Solo travelers often seem to get the short end of the stick. When seating gets tight on an international flight, they’re the first ones moved to the middle seat. They pay more at all-inclusive hotels and on cruises, and often pay a single-supplement on tours as well. In general, it would be easy to assume that it costs more (per person) to travel solo than it does with a companion. But that may not actually be the case.
Sure, if you’re going the all-inclusive or tour route, you may get stuck paying more for your single status, but if you are planning an RTW trip on your own, going solo may actually help you save money. First, you’ll need to abandon any notions of fancy hotels. As a single traveler on a budget, you just can’t afford them. The good news is that you’re not limited to dorm accommodations though. Many hostels and bed and breakfasts offer single rooms that offer more privacy than a dorm but cost much less than a double room. If you stay in these types of places, lodging won’t cost much more than if you were splitting a room with a friend.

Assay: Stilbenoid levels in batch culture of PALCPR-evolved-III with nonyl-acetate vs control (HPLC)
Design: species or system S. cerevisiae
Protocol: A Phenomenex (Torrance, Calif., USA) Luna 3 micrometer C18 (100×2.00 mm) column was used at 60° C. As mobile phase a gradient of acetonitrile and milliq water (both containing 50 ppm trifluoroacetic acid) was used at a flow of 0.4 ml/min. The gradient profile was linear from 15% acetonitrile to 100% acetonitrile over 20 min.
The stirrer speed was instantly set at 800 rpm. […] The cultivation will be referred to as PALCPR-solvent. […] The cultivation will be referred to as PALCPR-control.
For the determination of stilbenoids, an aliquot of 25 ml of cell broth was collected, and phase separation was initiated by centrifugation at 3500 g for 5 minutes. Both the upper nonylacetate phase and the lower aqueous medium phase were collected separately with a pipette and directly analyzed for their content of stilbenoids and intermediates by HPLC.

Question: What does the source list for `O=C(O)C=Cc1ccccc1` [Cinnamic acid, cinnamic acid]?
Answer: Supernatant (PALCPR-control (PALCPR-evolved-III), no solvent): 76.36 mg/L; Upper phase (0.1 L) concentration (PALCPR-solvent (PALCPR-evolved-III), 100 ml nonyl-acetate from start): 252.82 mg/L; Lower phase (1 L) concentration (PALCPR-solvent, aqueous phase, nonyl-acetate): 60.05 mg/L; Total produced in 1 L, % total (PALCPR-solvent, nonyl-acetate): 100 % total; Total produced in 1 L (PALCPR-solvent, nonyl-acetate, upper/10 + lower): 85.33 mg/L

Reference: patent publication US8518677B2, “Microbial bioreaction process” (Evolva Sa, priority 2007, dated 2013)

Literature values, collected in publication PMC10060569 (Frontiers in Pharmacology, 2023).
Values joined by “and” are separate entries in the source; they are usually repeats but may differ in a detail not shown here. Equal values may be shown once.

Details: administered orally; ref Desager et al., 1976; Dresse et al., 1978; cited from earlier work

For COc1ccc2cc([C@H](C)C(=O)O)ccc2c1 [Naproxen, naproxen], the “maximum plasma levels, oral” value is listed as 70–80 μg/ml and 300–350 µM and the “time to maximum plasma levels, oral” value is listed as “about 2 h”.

But the real savings comes from one of the biggest perks of traveling solo. When you travel with another person, you may be able to split some expenses, but you’re also often pressured into spending more than you want to, or into spending money on things that aren’t a priority for you. Maybe you’d rather stay in a basic hostel so you can spend more on trying the local cuisine. If you’re traveling with a friend who demands a private bathroom, you’re dining fund quickly gets spent on higher-end accommodation. Of maybe you’d prefer cheap street food so you can spend money on experiences, but your friend always pressures you to join him at the local hotspot. Even if you make financial agreements before the trip, you may still find yourself compromising with your travel partner and spending more than you wanted to in certain areas.
When you travel alone, however, you make all the decisions. You can spend as much or as little as you want on accommodations, dining and activities because you have no one to answer to but yourself. In that way, traveling alone can actually help you save money in areas that aren’t important to you so that you can spend the money on what enriches your trip the most.
Photo by wanderinghome